• Collaboration: "Alone we can do so little; together we can do so much." - Helen Keller.  In addition to collaborating with the rest of the World Language department and with other teachers in the building, my own collaboration has extended beyond the Pewaukee campus.  This year, I collaborated with a superintendent/PhD candidate as an example for his dissertation on how teachers leverage technology to connect with their students 24/7.  I have also developed a Personal Learning Network (PLN) by using social media.  I participate in #langchats on Twitter, and have shared ideas and materials with World Language and Ed Tech colleagues across the country and abroad.  My students are also encouraged to collaborate with their peers on projects, in daily class conversations, and by using social media.
  • Citizenship: All World Language courses strive to help students become global citizens by comparing and contrasting world cultures. Students of languages become increasingly more aware and respectful of global diversity. Last year, I encouraged my Current Issues students to work on a service project for Healing Haiti.  Their contribution of $300 purchased four beds in a new orphanage for victims of the 2010 earthquake. My students are also taught to view the Internet as a global connection, and are therefore expected to display respectful global cyber citizenship.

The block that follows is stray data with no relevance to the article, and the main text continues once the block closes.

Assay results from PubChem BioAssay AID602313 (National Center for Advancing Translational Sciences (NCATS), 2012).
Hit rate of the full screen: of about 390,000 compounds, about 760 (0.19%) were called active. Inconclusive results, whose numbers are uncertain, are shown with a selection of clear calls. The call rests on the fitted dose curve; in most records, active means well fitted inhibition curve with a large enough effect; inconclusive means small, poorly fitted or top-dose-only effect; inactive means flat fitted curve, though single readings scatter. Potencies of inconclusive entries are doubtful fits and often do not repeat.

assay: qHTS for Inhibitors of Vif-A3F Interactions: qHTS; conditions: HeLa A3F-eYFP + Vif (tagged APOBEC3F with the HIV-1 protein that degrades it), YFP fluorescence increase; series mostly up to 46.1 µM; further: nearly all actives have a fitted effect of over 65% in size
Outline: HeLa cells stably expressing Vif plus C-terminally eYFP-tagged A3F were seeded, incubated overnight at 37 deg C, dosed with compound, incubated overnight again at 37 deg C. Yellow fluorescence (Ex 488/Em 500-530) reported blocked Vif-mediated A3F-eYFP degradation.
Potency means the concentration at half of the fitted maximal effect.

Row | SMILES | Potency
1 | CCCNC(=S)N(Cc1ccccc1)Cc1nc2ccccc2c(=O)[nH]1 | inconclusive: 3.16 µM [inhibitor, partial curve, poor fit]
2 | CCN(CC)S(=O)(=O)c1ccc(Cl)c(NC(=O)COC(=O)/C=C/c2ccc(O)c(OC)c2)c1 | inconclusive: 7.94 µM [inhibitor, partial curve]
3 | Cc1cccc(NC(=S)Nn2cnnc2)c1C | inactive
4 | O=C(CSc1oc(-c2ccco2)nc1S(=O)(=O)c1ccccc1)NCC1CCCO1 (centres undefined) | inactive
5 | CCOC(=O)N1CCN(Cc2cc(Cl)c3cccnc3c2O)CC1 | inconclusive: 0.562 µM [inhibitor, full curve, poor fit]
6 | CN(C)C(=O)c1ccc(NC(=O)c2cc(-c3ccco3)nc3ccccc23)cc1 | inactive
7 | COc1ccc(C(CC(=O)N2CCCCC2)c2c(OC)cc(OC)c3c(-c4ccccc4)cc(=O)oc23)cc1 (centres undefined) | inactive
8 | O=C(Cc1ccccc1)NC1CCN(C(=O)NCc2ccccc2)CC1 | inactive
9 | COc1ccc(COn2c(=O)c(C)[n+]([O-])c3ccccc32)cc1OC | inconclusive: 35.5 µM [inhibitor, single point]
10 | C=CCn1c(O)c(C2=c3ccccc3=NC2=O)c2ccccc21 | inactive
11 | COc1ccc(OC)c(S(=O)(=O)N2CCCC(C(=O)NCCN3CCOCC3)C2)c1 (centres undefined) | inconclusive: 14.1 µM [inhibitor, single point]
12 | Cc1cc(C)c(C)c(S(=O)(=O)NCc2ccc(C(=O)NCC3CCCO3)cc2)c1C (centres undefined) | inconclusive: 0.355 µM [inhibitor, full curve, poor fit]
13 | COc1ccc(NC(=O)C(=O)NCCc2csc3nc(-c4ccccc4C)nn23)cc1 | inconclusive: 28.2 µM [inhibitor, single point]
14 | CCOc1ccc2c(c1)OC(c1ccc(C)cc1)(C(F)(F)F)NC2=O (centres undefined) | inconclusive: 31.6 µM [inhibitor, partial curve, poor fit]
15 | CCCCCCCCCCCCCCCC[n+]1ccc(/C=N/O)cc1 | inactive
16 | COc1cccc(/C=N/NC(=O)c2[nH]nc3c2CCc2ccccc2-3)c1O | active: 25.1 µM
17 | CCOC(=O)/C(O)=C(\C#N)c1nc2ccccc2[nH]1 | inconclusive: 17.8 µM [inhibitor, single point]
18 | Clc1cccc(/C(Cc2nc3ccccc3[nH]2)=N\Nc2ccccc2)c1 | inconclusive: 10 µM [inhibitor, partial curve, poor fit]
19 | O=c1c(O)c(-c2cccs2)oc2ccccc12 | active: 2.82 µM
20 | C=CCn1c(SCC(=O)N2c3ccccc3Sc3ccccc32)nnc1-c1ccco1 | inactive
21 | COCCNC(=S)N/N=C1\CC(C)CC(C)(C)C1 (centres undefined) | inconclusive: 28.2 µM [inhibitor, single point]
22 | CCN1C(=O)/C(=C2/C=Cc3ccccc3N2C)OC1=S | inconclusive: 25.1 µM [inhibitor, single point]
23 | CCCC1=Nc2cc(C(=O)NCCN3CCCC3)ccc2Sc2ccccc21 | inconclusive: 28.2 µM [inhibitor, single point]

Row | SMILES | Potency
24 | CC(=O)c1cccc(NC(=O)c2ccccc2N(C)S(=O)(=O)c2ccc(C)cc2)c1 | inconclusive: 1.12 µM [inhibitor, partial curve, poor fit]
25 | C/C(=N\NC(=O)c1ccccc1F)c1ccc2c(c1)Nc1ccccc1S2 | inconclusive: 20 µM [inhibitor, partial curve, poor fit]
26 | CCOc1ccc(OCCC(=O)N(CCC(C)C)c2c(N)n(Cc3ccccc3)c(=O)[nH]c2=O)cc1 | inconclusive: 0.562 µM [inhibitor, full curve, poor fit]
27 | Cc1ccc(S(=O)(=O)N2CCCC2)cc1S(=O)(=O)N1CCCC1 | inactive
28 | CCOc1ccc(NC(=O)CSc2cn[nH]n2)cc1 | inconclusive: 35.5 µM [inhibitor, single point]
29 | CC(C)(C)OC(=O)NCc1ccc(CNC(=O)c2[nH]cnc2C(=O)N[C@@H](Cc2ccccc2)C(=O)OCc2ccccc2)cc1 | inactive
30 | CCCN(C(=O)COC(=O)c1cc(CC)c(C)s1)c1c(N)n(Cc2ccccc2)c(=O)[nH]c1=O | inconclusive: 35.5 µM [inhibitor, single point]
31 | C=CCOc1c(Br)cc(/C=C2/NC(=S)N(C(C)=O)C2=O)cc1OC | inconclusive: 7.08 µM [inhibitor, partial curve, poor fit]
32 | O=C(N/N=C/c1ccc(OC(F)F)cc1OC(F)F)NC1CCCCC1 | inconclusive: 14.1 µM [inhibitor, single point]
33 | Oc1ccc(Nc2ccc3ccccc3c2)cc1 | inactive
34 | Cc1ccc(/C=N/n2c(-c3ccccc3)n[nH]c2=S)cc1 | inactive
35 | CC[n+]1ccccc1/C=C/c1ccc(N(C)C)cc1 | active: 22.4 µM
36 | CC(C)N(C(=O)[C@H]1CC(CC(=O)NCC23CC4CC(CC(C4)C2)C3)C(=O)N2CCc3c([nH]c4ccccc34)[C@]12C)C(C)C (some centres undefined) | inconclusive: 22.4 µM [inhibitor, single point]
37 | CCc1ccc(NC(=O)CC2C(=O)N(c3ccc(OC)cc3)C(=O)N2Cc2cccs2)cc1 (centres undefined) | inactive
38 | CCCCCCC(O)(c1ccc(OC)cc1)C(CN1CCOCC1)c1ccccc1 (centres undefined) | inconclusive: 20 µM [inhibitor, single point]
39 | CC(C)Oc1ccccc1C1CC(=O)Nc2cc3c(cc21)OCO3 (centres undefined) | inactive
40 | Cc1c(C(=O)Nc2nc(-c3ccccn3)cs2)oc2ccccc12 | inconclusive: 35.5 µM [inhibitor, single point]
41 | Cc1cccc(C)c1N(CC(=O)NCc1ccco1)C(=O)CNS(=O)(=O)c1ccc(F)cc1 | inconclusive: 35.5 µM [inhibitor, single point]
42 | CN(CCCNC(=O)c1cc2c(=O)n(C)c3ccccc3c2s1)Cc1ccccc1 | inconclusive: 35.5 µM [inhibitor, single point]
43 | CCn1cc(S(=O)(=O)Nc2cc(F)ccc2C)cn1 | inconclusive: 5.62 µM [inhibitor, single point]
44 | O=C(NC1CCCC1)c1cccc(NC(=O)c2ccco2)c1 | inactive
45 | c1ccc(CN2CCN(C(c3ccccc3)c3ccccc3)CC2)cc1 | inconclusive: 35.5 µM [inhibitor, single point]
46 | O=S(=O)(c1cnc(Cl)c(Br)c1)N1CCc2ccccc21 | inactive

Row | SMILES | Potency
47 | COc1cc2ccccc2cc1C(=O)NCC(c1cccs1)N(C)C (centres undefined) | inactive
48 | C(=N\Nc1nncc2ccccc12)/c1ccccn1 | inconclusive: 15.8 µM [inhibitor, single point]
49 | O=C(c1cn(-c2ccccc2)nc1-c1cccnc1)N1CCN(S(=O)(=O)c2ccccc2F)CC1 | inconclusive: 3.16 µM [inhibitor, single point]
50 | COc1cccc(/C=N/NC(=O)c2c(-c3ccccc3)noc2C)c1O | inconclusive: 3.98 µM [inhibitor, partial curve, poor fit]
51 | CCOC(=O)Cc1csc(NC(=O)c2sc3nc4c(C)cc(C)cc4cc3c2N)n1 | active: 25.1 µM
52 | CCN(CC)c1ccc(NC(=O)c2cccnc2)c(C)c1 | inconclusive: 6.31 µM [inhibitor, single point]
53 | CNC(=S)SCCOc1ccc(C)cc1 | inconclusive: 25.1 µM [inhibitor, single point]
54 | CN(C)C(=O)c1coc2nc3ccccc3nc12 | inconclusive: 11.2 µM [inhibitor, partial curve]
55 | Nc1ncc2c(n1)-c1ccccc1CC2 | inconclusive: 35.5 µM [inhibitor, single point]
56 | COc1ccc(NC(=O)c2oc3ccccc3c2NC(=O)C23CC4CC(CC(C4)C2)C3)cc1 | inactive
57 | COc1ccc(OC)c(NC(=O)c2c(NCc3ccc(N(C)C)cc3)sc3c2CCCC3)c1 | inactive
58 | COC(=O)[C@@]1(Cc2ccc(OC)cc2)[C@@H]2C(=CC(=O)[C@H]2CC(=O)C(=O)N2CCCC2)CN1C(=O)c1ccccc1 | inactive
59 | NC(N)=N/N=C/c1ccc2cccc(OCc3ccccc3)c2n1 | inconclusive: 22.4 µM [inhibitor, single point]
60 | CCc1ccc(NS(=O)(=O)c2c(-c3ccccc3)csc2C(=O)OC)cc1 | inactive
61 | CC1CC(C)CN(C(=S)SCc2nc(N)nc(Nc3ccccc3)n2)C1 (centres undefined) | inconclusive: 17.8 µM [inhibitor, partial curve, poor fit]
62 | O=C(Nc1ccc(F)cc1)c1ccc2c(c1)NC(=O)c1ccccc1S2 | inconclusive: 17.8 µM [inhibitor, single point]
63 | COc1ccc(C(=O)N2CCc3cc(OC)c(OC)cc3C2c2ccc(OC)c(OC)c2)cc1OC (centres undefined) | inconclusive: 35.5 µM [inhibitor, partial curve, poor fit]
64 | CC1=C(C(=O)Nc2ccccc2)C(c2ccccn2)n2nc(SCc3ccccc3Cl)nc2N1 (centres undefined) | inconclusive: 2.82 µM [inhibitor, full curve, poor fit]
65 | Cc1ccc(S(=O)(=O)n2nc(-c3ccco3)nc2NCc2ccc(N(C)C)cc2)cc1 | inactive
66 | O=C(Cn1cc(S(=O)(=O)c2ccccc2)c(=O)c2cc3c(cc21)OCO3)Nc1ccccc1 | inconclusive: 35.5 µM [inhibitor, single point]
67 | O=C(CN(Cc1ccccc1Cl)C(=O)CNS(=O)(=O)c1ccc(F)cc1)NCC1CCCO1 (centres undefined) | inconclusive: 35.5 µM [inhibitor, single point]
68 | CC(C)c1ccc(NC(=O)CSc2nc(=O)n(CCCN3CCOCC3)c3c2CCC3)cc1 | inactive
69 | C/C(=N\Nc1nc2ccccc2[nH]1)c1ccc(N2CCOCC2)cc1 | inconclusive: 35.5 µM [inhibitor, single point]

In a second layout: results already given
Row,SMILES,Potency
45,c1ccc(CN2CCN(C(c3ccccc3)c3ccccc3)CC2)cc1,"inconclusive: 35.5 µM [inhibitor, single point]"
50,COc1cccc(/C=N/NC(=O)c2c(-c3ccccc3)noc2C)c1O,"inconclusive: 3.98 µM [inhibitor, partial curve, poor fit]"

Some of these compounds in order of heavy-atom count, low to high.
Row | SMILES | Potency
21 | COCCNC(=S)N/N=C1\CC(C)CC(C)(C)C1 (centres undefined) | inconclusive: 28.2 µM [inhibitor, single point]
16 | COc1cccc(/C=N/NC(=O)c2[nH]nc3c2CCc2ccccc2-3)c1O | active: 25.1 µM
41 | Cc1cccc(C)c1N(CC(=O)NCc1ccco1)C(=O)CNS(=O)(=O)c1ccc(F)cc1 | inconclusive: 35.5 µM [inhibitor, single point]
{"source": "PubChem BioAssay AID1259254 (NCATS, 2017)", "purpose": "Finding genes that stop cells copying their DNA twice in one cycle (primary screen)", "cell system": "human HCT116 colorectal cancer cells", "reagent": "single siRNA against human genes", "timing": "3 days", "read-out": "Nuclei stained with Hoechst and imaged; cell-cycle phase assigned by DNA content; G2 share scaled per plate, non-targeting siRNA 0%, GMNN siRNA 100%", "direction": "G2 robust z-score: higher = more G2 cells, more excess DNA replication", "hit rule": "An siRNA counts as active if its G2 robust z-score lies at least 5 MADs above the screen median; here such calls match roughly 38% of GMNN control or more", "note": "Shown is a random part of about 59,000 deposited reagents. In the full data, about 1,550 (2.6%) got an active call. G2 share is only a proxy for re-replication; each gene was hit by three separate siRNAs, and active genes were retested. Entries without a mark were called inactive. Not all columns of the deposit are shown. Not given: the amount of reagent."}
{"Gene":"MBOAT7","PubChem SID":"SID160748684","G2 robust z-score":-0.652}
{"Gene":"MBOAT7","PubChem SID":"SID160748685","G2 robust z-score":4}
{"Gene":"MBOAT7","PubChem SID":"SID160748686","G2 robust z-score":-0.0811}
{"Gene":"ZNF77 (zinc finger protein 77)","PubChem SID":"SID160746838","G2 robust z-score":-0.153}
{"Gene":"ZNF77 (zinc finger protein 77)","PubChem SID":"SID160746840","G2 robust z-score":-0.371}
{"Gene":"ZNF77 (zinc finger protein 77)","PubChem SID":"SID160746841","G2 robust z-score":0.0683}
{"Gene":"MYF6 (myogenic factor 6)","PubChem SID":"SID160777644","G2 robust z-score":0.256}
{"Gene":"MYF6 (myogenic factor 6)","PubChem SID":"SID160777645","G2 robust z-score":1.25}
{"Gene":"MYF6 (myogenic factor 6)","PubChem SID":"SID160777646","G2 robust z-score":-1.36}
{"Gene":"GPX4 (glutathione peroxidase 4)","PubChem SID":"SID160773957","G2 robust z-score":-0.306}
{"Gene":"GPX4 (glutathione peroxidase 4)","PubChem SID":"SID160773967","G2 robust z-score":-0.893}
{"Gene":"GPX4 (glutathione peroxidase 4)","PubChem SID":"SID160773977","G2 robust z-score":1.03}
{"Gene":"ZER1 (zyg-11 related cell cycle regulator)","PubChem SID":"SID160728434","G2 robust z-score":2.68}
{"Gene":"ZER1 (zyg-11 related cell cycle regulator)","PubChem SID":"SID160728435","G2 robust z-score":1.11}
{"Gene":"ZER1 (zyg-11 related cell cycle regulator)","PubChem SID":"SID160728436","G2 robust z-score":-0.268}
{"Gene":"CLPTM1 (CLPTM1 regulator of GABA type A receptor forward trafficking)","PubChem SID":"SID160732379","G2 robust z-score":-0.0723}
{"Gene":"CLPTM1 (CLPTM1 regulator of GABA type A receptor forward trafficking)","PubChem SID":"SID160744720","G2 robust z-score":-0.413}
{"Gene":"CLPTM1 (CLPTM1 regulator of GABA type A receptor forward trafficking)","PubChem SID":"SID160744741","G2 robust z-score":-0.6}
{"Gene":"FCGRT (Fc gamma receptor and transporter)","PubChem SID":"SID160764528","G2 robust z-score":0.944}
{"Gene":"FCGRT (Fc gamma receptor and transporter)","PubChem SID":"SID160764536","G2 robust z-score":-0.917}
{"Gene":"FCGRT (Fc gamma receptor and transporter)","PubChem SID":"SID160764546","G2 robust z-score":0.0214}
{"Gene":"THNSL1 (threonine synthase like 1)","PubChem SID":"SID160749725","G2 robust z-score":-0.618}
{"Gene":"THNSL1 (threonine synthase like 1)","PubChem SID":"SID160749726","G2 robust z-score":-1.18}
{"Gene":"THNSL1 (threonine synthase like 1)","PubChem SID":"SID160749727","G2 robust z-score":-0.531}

• Communication: Communication is the ultimate goal of any language. Coursework, activities, and assessments challenge students to develop all four modes of communication.  Technology such as Skype and other social media have also played a key role in providing students with opportunities to communicate, not only with their teachers and peers in Pewaukee, but with professionals, alumni, and French-speakers around the world. I will encourage  my colleagues to communicate with other experts in their disciplines by helping them to set up their own Personal/Professional Learning Networks.  Social media has revolutionized the way people connect with each other.   I have made a concerted effort to explore a variety of social media platforms, and to model appropriate content and responsible use.  I have come to appreciate how Facebook allows me to stay in touch and reconnect with family and friends, as well as with former students and PHS alumni.  LinkedIn and Twitter have been valuable tools to connect me with like-minded professionals, to collaborate and share ideas.  I have connected with over 600 world language teachers and educators who are using technology, as well as with leaders in the field of education (Robert Marzano, Ian Jukes, Ken O'Connor, etc.).  I would like to help my colleagues set up their own Professional/Personal Learning Networks to share ideas with fellow educators in their own disciplines.  I am also willing to set up Twitter lists by subject so that teachers don't have to seek out their own experts and professionals.